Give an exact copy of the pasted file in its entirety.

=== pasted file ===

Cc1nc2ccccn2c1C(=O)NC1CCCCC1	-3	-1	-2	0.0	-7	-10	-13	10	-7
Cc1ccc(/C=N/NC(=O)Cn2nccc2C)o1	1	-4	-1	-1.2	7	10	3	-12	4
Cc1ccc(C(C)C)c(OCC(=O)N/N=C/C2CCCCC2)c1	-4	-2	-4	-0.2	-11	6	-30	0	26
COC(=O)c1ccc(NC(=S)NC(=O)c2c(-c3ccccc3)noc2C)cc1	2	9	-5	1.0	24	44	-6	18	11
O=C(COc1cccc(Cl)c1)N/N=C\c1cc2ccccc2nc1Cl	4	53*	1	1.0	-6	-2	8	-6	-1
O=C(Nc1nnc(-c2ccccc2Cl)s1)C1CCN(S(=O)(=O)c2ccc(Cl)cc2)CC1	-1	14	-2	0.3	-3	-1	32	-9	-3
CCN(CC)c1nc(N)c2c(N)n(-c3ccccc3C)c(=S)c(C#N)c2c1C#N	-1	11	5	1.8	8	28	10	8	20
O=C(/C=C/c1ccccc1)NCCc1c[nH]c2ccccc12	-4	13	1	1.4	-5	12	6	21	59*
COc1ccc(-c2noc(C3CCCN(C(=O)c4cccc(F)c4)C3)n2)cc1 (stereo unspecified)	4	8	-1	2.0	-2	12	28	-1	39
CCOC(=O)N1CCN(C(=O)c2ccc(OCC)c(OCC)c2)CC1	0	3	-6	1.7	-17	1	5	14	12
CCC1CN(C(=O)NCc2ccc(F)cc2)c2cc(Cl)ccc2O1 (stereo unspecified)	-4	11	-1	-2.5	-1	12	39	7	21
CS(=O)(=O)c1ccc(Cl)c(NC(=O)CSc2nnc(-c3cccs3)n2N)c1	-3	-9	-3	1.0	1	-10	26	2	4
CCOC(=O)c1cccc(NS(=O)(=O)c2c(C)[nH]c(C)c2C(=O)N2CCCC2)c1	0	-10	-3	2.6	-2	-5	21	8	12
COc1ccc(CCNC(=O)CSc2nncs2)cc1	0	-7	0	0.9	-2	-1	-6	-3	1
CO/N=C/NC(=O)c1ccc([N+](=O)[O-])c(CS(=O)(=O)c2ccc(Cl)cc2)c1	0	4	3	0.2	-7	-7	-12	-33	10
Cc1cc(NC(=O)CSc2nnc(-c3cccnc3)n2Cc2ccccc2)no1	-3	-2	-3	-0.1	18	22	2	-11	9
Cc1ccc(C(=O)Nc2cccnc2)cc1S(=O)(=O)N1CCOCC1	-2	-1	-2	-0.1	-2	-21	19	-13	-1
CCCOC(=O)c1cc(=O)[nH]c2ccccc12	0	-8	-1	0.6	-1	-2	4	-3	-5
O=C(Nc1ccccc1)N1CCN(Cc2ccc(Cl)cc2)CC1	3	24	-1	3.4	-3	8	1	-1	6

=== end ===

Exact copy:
Cc1nc2ccccn2c1C(=O)NC1CCCCC1	-3	-1	-2	0.0	-7	-10	-13	10	-7
Cc1ccc(/C=N/NC(=O)Cn2nccc2C)o1	1	-4	-1	-1.2	7	10	3	-12	4
Cc1ccc(C(C)C)c(OCC(=O)N/N=C/C2CCCCC2)c1	-4	-2	-4	-0.2	-11	6	-30	0	26
COC(=O)c1ccc(NC(=S)NC(=O)c2c(-c3ccccc3)noc2C)cc1	2	9	-5	1.0	24	44	-6	18	11
O=C(COc1cccc(Cl)c1)N/N=C\c1cc2ccccc2nc1Cl	4	53*	1	1.0	-6	-2	8	-6	-1
O=C(Nc1nnc(-c2ccccc2Cl)s1)C1CCN(S(=O)(=O)c2ccc(Cl)cc2)CC1	-1	14	-2	0.3	-3	-1	32	-9	-3
CCN(CC)c1nc(N)c2c(N)n(-c3ccccc3C)c(=S)c(C#N)c2c1C#N	-1	11	5	1.8	8	28	10	8	20
O=C(/C=C/c1ccccc1)NCCc1c[nH]c2ccccc12	-4	13	1	1.4	-5	12	6	21	59*
COc1ccc(-c2noc(C3CCCN(C(=O)c4cccc(F)c4)C3)n2)cc1 (stereo unspecified)	4	8	-1	2.0	-2	12	28	-1	39
CCOC(=O)N1CCN(C(=O)c2ccc(OCC)c(OCC)c2)CC1	0	3	-6	1.7	-17	1	5	14	12
CCC1CN(C(=O)NCc2ccc(F)cc2)c2cc(Cl)ccc2O1 (stereo unspecified)	-4	11	-1	-2.5	-1	12	39	7	21
CS(=O)(=O)c1ccc(Cl)c(NC(=O)CSc2nnc(-c3cccs3)n2N)c1	-3	-9	-3	1.0	1	-10	26	2	4
CCOC(=O)c1cccc(NS(=O)(=O)c2c(C)[nH]c(C)c2C(=O)N2CCCC2)c1	0	-10	-3	2.6	-2	-5	21	8	12
COc1ccc(CCNC(=O)CSc2nncs2)cc1	0	-7	0	0.9	-2	-1	-6	-3	1
CO/N=C/NC(=O)c1ccc([N+](=O)[O-])c(CS(=O)(=O)c2ccc(Cl)cc2)c1	0	4	3	0.2	-7	-7	-12	-33	10
Cc1cc(NC(=O)CSc2nnc(-c3cccnc3)n2Cc2ccccc2)no1	-3	-2	-3	-0.1	18	22	2	-11	9
Cc1ccc(C(=O)Nc2cccnc2)cc1S(=O)(=O)N1CCOCC1	-2	-1	-2	-0.1	-2	-21	19	-13	-1
CCCOC(=O)c1cc(=O)[nH]c2ccccc12	0	-8	-1	0.6	-1	-2	4	-3	-5
O=C(Nc1ccccc1)N1CCN(Cc2ccc(Cl)cc2)CC1	3	24	-1	3.4	-3	8	1	-1	6